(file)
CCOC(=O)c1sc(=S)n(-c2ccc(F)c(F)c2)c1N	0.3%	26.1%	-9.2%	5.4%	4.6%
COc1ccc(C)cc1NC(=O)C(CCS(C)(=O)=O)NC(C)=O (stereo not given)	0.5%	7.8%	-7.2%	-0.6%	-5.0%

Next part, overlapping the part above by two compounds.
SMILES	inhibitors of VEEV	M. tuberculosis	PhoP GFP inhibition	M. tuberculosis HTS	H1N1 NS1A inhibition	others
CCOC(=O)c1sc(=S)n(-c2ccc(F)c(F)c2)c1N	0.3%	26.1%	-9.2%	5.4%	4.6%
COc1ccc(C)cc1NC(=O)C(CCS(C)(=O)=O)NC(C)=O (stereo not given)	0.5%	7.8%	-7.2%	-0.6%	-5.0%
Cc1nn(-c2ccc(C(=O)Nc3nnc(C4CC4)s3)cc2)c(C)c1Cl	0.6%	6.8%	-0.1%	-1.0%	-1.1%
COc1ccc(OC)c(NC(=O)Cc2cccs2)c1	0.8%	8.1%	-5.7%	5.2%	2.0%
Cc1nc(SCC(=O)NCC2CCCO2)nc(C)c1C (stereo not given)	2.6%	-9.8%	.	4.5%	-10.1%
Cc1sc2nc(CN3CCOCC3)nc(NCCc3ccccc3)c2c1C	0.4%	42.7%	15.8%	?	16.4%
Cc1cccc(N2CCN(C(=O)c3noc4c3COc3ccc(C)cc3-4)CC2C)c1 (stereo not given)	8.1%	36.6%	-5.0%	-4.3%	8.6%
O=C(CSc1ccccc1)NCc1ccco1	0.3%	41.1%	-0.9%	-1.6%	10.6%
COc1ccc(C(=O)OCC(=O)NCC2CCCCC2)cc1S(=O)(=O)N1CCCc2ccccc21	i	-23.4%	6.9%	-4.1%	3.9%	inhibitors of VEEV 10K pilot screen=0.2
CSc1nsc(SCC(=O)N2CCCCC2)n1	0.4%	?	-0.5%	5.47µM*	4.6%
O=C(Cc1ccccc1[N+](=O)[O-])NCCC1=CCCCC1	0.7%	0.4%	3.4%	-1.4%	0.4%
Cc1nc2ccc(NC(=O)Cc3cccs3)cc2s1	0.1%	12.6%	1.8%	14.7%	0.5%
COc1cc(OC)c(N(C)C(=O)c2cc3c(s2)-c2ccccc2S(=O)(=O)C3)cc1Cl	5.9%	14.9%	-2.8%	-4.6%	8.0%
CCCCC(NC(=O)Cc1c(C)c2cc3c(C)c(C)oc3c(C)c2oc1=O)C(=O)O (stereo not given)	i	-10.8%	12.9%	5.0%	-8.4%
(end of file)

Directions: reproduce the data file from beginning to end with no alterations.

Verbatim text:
CCOC(=O)c1sc(=S)n(-c2ccc(F)c(F)c2)c1N	0.3%	26.1%	-9.2%	5.4%	4.6%
COc1ccc(C)cc1NC(=O)C(CCS(C)(=O)=O)NC(C)=O (stereo not given)	0.5%	7.8%	-7.2%	-0.6%	-5.0%

Next part, overlapping the part above by two compounds.
SMILES	inhibitors of VEEV	M. tuberculosis	PhoP GFP inhibition	M. tuberculosis HTS	H1N1 NS1A inhibition	others
CCOC(=O)c1sc(=S)n(-c2ccc(F)c(F)c2)c1N	0.3%	26.1%	-9.2%	5.4%	4.6%
COc1ccc(C)cc1NC(=O)C(CCS(C)(=O)=O)NC(C)=O (stereo not given)	0.5%	7.8%	-7.2%	-0.6%	-5.0%
Cc1nn(-c2ccc(C(=O)Nc3nnc(C4CC4)s3)cc2)c(C)c1Cl	0.6%	6.8%	-0.1%	-1.0%	-1.1%
COc1ccc(OC)c(NC(=O)Cc2cccs2)c1	0.8%	8.1%	-5.7%	5.2%	2.0%
Cc1nc(SCC(=O)NCC2CCCO2)nc(C)c1C (stereo not given)	2.6%	-9.8%	.	4.5%	-10.1%
Cc1sc2nc(CN3CCOCC3)nc(NCCc3ccccc3)c2c1C	0.4%	42.7%	15.8%	?	16.4%
Cc1cccc(N2CCN(C(=O)c3noc4c3COc3ccc(C)cc3-4)CC2C)c1 (stereo not given)	8.1%	36.6%	-5.0%	-4.3%	8.6%
O=C(CSc1ccccc1)NCc1ccco1	0.3%	41.1%	-0.9%	-1.6%	10.6%
COc1ccc(C(=O)OCC(=O)NCC2CCCCC2)cc1S(=O)(=O)N1CCCc2ccccc21	i	-23.4%	6.9%	-4.1%	3.9%	inhibitors of VEEV 10K pilot screen=0.2
CSc1nsc(SCC(=O)N2CCCCC2)n1	0.4%	?	-0.5%	5.47µM*	4.6%
O=C(Cc1ccccc1[N+](=O)[O-])NCCC1=CCCCC1	0.7%	0.4%	3.4%	-1.4%	0.4%
Cc1nc2ccc(NC(=O)Cc3cccs3)cc2s1	0.1%	12.6%	1.8%	14.7%	0.5%
COc1cc(OC)c(N(C)C(=O)c2cc3c(s2)-c2ccccc2S(=O)(=O)C3)cc1Cl	5.9%	14.9%	-2.8%	-4.6%	8.0%
CCCCC(NC(=O)Cc1c(C)c2cc3c(C)c(C)oc3c(C)c2oc1=O)C(=O)O (stereo not given)	i	-10.8%	12.9%	5.0%	-8.4%